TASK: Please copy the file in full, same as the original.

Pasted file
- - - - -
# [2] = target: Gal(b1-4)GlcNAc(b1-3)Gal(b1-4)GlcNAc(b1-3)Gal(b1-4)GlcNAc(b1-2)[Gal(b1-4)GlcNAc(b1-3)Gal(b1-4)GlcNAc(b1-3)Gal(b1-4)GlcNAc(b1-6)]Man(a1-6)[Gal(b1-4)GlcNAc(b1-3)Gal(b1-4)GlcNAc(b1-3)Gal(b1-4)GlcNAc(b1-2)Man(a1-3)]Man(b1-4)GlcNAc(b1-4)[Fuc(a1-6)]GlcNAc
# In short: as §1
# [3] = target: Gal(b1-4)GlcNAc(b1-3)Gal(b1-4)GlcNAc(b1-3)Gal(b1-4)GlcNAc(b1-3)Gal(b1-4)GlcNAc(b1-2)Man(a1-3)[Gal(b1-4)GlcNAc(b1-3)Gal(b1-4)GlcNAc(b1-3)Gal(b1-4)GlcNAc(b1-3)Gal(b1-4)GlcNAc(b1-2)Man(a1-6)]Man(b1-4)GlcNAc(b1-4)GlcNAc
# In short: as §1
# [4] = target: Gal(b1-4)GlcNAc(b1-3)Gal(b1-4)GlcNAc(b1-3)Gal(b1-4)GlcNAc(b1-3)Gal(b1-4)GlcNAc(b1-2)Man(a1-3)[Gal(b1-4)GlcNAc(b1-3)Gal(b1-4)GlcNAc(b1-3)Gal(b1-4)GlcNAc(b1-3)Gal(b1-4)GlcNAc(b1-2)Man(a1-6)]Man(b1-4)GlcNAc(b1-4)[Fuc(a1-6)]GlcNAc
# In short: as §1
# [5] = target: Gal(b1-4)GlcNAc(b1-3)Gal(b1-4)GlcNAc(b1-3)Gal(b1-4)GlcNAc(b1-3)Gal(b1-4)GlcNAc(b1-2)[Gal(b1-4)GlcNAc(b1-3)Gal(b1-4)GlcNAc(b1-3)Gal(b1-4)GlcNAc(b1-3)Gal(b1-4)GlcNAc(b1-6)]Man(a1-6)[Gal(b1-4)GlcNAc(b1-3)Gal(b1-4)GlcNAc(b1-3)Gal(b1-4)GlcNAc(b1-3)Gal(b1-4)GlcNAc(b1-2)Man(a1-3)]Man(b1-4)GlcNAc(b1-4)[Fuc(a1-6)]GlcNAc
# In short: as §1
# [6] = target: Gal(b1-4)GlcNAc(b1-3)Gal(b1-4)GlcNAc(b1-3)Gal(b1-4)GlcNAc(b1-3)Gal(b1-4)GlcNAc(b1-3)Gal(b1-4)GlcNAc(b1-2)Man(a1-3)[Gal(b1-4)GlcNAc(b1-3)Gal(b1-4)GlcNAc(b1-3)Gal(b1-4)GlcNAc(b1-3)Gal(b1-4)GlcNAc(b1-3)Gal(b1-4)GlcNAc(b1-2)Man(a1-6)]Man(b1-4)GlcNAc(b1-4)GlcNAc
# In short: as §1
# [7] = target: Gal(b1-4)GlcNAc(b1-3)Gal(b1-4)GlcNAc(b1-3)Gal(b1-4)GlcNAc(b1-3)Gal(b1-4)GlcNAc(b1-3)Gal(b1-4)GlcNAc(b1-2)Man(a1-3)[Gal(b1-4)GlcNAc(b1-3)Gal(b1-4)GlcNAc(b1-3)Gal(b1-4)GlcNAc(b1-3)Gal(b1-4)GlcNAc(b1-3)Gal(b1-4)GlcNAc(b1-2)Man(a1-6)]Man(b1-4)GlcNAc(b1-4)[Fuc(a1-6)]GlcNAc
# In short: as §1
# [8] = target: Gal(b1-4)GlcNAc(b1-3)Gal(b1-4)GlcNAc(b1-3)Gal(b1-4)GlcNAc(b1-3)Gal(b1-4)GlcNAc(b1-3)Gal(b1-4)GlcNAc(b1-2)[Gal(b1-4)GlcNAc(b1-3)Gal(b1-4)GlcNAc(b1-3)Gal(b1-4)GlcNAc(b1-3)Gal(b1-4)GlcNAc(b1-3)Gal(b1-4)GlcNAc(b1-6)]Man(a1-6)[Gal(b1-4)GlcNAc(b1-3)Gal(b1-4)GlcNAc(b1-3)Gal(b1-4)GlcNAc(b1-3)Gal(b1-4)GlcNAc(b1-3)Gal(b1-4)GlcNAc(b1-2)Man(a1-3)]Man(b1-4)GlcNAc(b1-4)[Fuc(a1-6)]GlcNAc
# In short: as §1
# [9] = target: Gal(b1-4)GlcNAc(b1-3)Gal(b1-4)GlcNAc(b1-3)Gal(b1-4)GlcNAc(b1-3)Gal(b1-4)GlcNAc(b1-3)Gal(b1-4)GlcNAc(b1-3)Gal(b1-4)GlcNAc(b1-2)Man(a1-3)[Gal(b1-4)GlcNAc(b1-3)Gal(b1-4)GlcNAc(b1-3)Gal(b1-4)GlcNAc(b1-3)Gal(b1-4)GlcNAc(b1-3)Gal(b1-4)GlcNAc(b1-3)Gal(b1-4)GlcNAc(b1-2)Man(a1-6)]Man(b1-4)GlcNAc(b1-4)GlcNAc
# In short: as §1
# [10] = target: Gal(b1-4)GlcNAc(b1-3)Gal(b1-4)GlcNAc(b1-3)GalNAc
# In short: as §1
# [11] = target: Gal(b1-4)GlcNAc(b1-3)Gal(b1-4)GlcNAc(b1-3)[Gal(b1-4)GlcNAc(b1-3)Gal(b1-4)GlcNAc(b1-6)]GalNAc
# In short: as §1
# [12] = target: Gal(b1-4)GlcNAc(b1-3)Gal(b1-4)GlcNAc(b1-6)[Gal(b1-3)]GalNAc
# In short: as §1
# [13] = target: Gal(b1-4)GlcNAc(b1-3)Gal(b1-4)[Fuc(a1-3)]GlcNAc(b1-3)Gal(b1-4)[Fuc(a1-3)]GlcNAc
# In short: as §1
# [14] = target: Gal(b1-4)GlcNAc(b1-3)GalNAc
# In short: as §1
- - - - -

# [2] = target: Gal(b1-4)GlcNAc(b1-3)Gal(b1-4)GlcNAc(b1-3)Gal(b1-4)GlcNAc(b1-2)[Gal(b1-4)GlcNAc(b1-3)Gal(b1-4)GlcNAc(b1-3)Gal(b1-4)GlcNAc(b1-6)]Man(a1-6)[Gal(b1-4)GlcNAc(b1-3)Gal(b1-4)GlcNAc(b1-3)Gal(b1-4)GlcNAc(b1-2)Man(a1-3)]Man(b1-4)GlcNAc(b1-4)[Fuc(a1-6)]GlcNAc
# In short: as §1
# [3] = target: Gal(b1-4)GlcNAc(b1-3)Gal(b1-4)GlcNAc(b1-3)Gal(b1-4)GlcNAc(b1-3)Gal(b1-4)GlcNAc(b1-2)Man(a1-3)[Gal(b1-4)GlcNAc(b1-3)Gal(b1-4)GlcNAc(b1-3)Gal(b1-4)GlcNAc(b1-3)Gal(b1-4)GlcNAc(b1-2)Man(a1-6)]Man(b1-4)GlcNAc(b1-4)GlcNAc
# In short: as §1
# [4] = target: Gal(b1-4)GlcNAc(b1-3)Gal(b1-4)GlcNAc(b1-3)Gal(b1-4)GlcNAc(b1-3)Gal(b1-4)GlcNAc(b1-2)Man(a1-3)[Gal(b1-4)GlcNAc(b1-3)Gal(b1-4)GlcNAc(b1-3)Gal(b1-4)GlcNAc(b1-3)Gal(b1-4)GlcNAc(b1-2)Man(a1-6)]Man(b1-4)GlcNAc(b1-4)[Fuc(a1-6)]GlcNAc
# In short: as §1
# [5] = target: Gal(b1-4)GlcNAc(b1-3)Gal(b1-4)GlcNAc(b1-3)Gal(b1-4)GlcNAc(b1-3)Gal(b1-4)GlcNAc(b1-2)[Gal(b1-4)GlcNAc(b1-3)Gal(b1-4)GlcNAc(b1-3)Gal(b1-4)GlcNAc(b1-3)Gal(b1-4)GlcNAc(b1-6)]Man(a1-6)[Gal(b1-4)GlcNAc(b1-3)Gal(b1-4)GlcNAc(b1-3)Gal(b1-4)GlcNAc(b1-3)Gal(b1-4)GlcNAc(b1-2)Man(a1-3)]Man(b1-4)GlcNAc(b1-4)[Fuc(a1-6)]GlcNAc
# In short: as §1
# [6] = target: Gal(b1-4)GlcNAc(b1-3)Gal(b1-4)GlcNAc(b1-3)Gal(b1-4)GlcNAc(b1-3)Gal(b1-4)GlcNAc(b1-3)Gal(b1-4)GlcNAc(b1-2)Man(a1-3)[Gal(b1-4)GlcNAc(b1-3)Gal(b1-4)GlcNAc(b1-3)Gal(b1-4)GlcNAc(b1-3)Gal(b1-4)GlcNAc(b1-3)Gal(b1-4)GlcNAc(b1-2)Man(a1-6)]Man(b1-4)GlcNAc(b1-4)GlcNAc
# In short: as §1
# [7] = target: Gal(b1-4)GlcNAc(b1-3)Gal(b1-4)GlcNAc(b1-3)Gal(b1-4)GlcNAc(b1-3)Gal(b1-4)GlcNAc(b1-3)Gal(b1-4)GlcNAc(b1-2)Man(a1-3)[Gal(b1-4)GlcNAc(b1-3)Gal(b1-4)GlcNAc(b1-3)Gal(b1-4)GlcNAc(b1-3)Gal(b1-4)GlcNAc(b1-3)Gal(b1-4)GlcNAc(b1-2)Man(a1-6)]Man(b1-4)GlcNAc(b1-4)[Fuc(a1-6)]GlcNAc
# In short: as §1
# [8] = target: Gal(b1-4)GlcNAc(b1-3)Gal(b1-4)GlcNAc(b1-3)Gal(b1-4)GlcNAc(b1-3)Gal(b1-4)GlcNAc(b1-3)Gal(b1-4)GlcNAc(b1-2)[Gal(b1-4)GlcNAc(b1-3)Gal(b1-4)GlcNAc(b1-3)Gal(b1-4)GlcNAc(b1-3)Gal(b1-4)GlcNAc(b1-3)Gal(b1-4)GlcNAc(b1-6)]Man(a1-6)[Gal(b1-4)GlcNAc(b1-3)Gal(b1-4)GlcNAc(b1-3)Gal(b1-4)GlcNAc(b1-3)Gal(b1-4)GlcNAc(b1-3)Gal(b1-4)GlcNAc(b1-2)Man(a1-3)]Man(b1-4)GlcNAc(b1-4)[Fuc(a1-6)]GlcNAc
# In short: as §1
# [9] = target: Gal(b1-4)GlcNAc(b1-3)Gal(b1-4)GlcNAc(b1-3)Gal(b1-4)GlcNAc(b1-3)Gal(b1-4)GlcNAc(b1-3)Gal(b1-4)GlcNAc(b1-3)Gal(b1-4)GlcNAc(b1-2)Man(a1-3)[Gal(b1-4)GlcNAc(b1-3)Gal(b1-4)GlcNAc(b1-3)Gal(b1-4)GlcNAc(b1-3)Gal(b1-4)GlcNAc(b1-3)Gal(b1-4)GlcNAc(b1-3)Gal(b1-4)GlcNAc(b1-2)Man(a1-6)]Man(b1-4)GlcNAc(b1-4)GlcNAc
# In short: as §1
# [10] = target: Gal(b1-4)GlcNAc(b1-3)Gal(b1-4)GlcNAc(b1-3)GalNAc
# In short: as §1
# [11] = target: Gal(b1-4)GlcNAc(b1-3)Gal(b1-4)GlcNAc(b1-3)[Gal(b1-4)GlcNAc(b1-3)Gal(b1-4)GlcNAc(b1-6)]GalNAc
# In short: as §1
# [12] = target: Gal(b1-4)GlcNAc(b1-3)Gal(b1-4)GlcNAc(b1-6)[Gal(b1-3)]GalNAc
# In short: as §1
# [13] = target: Gal(b1-4)GlcNAc(b1-3)Gal(b1-4)[Fuc(a1-3)]GlcNAc(b1-3)Gal(b1-4)[Fuc(a1-3)]GlcNAc
# In short: as §1
# [14] = target: Gal(b1-4)GlcNAc(b1-3)GalNAc
# In short: as §1